AS we focus on war in the Gulf, and terrorism in the Middle East, and uncertainty in Central America, we should not overlook a remarkable ferment and bubbling that is going on in Eastern Europe. With the permission to speak out that has been endowed by glasnost, there is a new state of flux among the nations that pledge allegiance - with varying degrees of conviction - to Moscow.
Some experts, like Zbigniew Brzezinski, think the situation is potentially explosive. In the current issue of Foreign Affairs, he says five Eastern European countries are already in a ``classic prerevolutionary situation.'' Economic failure and political unrest are becoming the dominant characteristics in Poland, Romania, Hungary, Czechoslovakia, and Yugoslavia, he writes. In any one, a spark could ``set off a major explosion.'' Though not all may agree with this dramatic assessment, there is clearly the prospect for change, change for which the West should be prepared, and which it should be prepared to constructively exploit.
Like the Soviet Union itself, the countries of Eastern Europe are afflicted by the stultifying grip of inefficient Marxist economic policy. Beyond this, widespread political disaffection exists, particularly among the young, with the rigid ideological face Moscow has presented in the past. Also, there is realization that aging party leaders and structures must be succeeded by new leaders, and perhaps structures.
These unsettling factors are bubbling to the surface for debate at a time when glasnost has authorized more freedom to discuss them.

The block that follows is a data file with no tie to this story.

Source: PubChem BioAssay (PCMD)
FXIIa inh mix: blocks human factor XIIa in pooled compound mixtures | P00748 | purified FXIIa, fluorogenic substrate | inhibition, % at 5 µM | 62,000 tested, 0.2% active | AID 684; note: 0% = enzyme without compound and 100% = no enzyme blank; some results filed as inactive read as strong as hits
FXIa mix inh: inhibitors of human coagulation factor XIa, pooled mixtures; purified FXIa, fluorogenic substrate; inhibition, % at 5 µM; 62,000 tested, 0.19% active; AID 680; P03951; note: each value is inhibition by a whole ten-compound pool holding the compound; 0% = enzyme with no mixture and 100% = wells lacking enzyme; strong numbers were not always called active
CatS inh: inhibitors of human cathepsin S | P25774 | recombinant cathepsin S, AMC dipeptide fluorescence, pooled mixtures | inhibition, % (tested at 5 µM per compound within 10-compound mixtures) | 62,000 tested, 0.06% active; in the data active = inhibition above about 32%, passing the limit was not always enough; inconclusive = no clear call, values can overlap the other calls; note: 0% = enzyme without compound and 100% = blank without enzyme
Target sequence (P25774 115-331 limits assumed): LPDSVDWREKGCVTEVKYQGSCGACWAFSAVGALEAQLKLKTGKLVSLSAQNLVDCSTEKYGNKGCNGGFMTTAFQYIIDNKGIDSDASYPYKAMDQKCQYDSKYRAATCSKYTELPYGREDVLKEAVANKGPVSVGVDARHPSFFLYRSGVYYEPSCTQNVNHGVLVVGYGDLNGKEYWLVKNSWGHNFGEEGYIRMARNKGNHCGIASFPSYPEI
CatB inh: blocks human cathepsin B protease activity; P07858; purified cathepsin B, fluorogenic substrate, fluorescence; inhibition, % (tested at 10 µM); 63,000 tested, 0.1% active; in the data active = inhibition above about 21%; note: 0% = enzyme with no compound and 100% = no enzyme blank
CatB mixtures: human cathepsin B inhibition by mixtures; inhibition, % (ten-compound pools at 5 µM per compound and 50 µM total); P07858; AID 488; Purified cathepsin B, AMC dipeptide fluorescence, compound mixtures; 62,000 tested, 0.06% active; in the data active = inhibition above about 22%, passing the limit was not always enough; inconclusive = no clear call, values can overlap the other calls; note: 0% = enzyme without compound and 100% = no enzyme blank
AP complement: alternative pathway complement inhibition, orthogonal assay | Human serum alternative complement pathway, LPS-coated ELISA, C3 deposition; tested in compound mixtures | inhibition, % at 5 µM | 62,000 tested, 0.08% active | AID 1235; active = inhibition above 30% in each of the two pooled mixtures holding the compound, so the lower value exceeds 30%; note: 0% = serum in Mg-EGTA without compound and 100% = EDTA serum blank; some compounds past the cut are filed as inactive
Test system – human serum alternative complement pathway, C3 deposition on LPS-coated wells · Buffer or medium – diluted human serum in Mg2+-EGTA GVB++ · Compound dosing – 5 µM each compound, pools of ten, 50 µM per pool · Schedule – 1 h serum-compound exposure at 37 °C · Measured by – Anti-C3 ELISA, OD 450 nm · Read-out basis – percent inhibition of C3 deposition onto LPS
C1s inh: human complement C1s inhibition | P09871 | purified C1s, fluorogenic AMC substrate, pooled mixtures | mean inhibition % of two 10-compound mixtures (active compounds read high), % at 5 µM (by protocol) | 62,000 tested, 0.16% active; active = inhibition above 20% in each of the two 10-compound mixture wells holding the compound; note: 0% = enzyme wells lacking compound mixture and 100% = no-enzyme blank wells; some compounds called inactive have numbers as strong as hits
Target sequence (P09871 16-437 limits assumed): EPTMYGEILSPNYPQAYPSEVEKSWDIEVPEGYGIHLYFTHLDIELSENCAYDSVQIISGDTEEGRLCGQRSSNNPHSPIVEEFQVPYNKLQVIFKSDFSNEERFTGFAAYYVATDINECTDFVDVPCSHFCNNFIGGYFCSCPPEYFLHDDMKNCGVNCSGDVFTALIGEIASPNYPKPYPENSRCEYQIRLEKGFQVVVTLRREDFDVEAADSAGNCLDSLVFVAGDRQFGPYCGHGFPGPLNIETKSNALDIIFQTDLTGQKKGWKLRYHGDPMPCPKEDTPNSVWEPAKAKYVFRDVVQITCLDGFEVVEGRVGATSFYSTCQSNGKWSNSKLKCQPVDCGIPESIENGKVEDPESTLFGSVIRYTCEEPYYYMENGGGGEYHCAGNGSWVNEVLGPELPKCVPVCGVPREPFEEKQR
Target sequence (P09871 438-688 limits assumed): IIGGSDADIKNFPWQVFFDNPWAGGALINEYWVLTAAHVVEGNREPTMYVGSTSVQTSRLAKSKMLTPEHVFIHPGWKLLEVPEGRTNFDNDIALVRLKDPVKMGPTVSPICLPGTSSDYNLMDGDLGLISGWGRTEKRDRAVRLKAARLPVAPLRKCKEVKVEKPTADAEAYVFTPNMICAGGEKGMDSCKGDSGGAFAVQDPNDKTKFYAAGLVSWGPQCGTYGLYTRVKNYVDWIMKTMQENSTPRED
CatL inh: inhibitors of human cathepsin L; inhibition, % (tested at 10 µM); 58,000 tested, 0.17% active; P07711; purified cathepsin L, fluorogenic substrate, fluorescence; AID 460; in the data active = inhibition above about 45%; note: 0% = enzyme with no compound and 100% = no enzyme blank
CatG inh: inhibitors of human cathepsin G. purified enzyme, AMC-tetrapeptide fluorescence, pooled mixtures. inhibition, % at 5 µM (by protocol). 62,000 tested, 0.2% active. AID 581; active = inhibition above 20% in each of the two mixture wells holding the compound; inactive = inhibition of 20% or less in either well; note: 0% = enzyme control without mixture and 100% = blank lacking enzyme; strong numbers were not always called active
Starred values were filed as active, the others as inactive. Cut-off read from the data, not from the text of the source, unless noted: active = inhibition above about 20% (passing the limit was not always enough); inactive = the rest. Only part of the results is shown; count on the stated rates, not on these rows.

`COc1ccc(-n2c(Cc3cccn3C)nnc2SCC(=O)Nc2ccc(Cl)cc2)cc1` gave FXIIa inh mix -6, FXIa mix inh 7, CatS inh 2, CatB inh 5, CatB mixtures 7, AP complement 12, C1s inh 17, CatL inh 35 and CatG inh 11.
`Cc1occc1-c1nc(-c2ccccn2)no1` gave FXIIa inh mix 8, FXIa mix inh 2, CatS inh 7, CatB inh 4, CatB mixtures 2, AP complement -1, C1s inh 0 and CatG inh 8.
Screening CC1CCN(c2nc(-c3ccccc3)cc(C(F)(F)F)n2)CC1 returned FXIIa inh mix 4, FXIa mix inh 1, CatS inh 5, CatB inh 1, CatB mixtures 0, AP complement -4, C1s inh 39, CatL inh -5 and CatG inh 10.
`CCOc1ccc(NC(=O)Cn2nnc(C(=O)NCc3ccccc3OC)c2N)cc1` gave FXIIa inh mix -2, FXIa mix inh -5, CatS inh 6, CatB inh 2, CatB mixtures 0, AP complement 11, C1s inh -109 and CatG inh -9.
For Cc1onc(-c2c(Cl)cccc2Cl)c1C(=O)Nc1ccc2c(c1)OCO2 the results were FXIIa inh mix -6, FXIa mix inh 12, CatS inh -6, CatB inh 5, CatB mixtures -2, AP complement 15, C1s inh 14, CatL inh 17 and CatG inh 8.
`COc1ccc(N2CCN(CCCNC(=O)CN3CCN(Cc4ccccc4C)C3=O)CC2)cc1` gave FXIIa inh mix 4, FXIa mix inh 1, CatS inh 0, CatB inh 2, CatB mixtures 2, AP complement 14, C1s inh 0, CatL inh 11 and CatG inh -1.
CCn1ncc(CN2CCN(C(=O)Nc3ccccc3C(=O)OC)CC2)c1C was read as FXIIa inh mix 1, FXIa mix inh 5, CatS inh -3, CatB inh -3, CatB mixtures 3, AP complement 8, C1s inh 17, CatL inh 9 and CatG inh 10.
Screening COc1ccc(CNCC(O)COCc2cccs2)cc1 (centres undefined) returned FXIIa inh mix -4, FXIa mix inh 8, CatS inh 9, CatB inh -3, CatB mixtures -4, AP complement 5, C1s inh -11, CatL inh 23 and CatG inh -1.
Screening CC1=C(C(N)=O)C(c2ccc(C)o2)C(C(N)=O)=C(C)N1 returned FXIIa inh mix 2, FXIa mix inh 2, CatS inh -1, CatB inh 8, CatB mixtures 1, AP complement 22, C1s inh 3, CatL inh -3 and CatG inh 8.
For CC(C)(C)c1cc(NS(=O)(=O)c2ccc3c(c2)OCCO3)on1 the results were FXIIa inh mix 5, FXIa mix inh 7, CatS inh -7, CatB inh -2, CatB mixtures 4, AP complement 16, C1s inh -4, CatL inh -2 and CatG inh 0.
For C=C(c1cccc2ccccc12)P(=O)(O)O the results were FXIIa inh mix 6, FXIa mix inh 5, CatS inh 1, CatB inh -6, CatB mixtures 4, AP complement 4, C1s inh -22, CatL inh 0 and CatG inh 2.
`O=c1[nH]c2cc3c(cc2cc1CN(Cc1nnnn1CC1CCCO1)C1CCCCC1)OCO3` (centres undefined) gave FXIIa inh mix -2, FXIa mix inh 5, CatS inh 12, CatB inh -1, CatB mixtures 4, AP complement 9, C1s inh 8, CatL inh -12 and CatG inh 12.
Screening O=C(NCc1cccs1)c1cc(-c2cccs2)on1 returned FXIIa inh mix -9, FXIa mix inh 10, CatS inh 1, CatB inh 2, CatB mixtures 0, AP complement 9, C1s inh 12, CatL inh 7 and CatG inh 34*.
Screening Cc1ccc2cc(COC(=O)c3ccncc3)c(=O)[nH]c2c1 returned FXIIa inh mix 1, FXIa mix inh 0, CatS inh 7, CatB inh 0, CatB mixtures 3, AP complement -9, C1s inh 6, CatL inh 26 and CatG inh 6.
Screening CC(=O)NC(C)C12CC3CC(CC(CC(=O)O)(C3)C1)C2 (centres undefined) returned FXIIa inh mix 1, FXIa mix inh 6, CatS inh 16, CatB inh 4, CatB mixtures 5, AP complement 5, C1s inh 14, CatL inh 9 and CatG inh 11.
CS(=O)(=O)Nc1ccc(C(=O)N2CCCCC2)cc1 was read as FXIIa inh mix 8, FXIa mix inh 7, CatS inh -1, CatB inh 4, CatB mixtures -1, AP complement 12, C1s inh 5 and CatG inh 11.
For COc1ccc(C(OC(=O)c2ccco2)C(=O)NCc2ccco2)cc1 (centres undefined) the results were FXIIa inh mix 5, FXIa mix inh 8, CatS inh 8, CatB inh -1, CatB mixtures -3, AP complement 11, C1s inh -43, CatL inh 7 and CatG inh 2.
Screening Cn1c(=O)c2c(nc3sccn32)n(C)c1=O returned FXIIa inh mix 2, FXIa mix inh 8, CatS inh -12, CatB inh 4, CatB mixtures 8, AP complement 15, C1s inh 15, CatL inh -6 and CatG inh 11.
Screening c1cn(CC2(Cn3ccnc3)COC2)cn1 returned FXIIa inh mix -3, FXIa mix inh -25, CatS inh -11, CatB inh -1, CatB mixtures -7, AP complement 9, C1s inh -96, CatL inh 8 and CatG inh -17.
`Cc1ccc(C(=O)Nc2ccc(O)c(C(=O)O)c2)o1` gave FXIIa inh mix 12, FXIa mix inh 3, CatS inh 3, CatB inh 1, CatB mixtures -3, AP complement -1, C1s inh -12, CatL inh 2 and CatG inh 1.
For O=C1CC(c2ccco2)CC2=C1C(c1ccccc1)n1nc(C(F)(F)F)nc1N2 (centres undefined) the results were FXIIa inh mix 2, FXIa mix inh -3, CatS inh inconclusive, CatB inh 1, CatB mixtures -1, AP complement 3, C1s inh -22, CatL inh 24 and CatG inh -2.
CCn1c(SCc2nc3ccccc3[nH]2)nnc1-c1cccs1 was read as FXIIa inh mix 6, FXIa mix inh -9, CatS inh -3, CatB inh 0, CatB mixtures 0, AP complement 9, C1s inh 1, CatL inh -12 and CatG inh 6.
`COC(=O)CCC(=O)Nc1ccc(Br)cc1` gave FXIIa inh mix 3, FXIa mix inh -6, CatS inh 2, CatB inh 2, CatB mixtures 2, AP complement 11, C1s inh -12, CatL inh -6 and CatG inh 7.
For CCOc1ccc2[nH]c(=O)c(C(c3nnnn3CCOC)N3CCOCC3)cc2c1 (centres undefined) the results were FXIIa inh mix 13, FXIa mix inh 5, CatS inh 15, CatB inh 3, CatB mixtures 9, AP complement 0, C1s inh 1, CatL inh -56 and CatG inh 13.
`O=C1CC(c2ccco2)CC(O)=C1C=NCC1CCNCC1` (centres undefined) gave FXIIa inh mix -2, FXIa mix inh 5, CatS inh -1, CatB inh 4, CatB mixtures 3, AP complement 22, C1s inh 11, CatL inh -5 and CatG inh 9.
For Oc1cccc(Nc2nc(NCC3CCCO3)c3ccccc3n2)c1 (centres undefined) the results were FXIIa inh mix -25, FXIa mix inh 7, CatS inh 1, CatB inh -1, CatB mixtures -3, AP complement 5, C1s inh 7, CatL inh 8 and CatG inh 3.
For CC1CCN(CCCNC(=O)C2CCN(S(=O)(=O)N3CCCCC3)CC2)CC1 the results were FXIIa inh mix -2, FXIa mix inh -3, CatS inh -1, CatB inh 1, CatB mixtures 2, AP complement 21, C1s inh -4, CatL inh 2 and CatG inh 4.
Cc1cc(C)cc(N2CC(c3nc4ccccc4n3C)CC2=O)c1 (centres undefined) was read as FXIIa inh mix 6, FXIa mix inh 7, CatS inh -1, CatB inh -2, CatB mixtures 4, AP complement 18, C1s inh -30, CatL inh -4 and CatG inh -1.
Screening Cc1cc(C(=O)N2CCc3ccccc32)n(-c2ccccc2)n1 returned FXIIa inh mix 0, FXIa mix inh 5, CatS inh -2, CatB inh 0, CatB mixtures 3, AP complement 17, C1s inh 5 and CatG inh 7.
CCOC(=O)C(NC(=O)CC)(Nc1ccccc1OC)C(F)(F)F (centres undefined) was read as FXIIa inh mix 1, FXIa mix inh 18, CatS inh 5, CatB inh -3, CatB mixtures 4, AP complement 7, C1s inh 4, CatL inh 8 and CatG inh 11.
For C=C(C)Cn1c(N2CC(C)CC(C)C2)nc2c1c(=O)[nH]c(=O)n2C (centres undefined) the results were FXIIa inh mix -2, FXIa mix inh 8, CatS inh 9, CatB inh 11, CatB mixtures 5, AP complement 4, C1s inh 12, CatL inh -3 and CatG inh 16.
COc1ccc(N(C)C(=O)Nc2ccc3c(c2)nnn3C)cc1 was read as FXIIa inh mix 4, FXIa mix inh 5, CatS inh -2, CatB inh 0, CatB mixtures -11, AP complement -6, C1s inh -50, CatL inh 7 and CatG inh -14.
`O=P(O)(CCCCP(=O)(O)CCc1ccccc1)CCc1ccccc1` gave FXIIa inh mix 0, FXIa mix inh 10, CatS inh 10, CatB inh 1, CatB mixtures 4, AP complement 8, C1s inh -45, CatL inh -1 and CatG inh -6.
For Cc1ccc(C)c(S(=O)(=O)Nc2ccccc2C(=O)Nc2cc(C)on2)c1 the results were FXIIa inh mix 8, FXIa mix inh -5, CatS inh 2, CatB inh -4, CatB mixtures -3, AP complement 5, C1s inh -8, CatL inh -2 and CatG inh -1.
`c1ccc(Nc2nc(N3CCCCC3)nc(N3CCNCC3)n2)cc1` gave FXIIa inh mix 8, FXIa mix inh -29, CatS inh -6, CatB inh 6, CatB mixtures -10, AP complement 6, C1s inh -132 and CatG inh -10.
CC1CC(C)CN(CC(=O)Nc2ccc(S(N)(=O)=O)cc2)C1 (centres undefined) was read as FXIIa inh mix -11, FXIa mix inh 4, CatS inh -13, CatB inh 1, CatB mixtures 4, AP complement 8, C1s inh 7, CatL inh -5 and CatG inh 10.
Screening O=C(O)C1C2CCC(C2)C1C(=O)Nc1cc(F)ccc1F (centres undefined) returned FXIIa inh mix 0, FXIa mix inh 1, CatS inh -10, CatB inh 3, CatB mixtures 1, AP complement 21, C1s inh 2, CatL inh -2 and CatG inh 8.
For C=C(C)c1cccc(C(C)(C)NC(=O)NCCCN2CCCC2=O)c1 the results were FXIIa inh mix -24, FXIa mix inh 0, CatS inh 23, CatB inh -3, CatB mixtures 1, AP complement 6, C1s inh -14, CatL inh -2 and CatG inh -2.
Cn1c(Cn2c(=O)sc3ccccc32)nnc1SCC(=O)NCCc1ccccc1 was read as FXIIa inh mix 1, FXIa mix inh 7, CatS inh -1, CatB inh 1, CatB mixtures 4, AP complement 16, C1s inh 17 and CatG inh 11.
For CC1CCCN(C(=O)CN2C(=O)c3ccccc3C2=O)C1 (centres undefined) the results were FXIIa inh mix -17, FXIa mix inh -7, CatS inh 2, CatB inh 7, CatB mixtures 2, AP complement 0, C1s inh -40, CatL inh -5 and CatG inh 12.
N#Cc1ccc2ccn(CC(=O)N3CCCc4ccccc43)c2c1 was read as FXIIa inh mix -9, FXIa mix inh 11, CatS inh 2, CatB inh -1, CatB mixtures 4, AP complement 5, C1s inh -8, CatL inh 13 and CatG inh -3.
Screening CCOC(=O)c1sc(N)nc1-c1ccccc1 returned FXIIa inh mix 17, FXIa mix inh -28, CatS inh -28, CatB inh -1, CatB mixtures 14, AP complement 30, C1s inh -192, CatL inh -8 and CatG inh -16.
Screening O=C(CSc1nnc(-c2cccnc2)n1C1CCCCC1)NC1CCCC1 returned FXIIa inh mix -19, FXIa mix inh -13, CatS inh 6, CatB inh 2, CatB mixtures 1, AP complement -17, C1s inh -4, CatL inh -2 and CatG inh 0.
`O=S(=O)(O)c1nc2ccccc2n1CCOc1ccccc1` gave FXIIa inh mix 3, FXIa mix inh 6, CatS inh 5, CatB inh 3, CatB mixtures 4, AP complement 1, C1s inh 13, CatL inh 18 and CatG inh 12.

But while Mikhail Gorbachev's glasnost signals more freedom to speak out, it is not intended to destroy the Communist Party, or to permit the loss of communist control, in Eastern Europe. Mr. Gorbachev does not want to abolish the communist system; he wants it to work better.
It is a delicate juggling act for the Soviet leader. He wants a little liberalization, but not too much. Too much independence in Eastern Europe could stir demands for independence from the separate nationalities within the USSR, which have lately been increasingly vocal. Meanwhile, the policy of modest liberalization must yield speedy and tangible economic rewards, or else Gorbachev's adventurism - daring by Soviet standards - may be brought to a halt. A new report by the Central Intelligence Agency suggests that the Soviet economy fared poorly last year. If true, that does not bode well for Gorbachev.
It is in this restless atmosphere that Eastern Europeans are pondering the future.
Poland remains the most daring in attempting to establish something resembling a free society within a communist system.
In Czechoslovakia there are increasingly overt demonstrations calling for various freedoms.
Hungary is abuzz with debate about pluralism and democracy. Even the Communist Party leadership has been debating what role should be played by a range of noncommunist parties aborning.
Bulgaria, whose communist leaders have been particularly close to Moscow, enthusiastically embarked on reform programs last summer. But the Bulgarians went too far, too fast, and were reined in by their Soviet mentors. Apparently Gorbachev's concern was that the Bulgarian Communist Party's dominance might be weakened by the turmoil.
Yugoslavia, the most independent of Moscow, has a burgeoning opposition that campaigns on such heretical issues as conscientious objection to military service, gay rights, and a ban on nuclear power plants.
All this helps build the tinder that awaits any carelessly flying spark in Eastern Europe.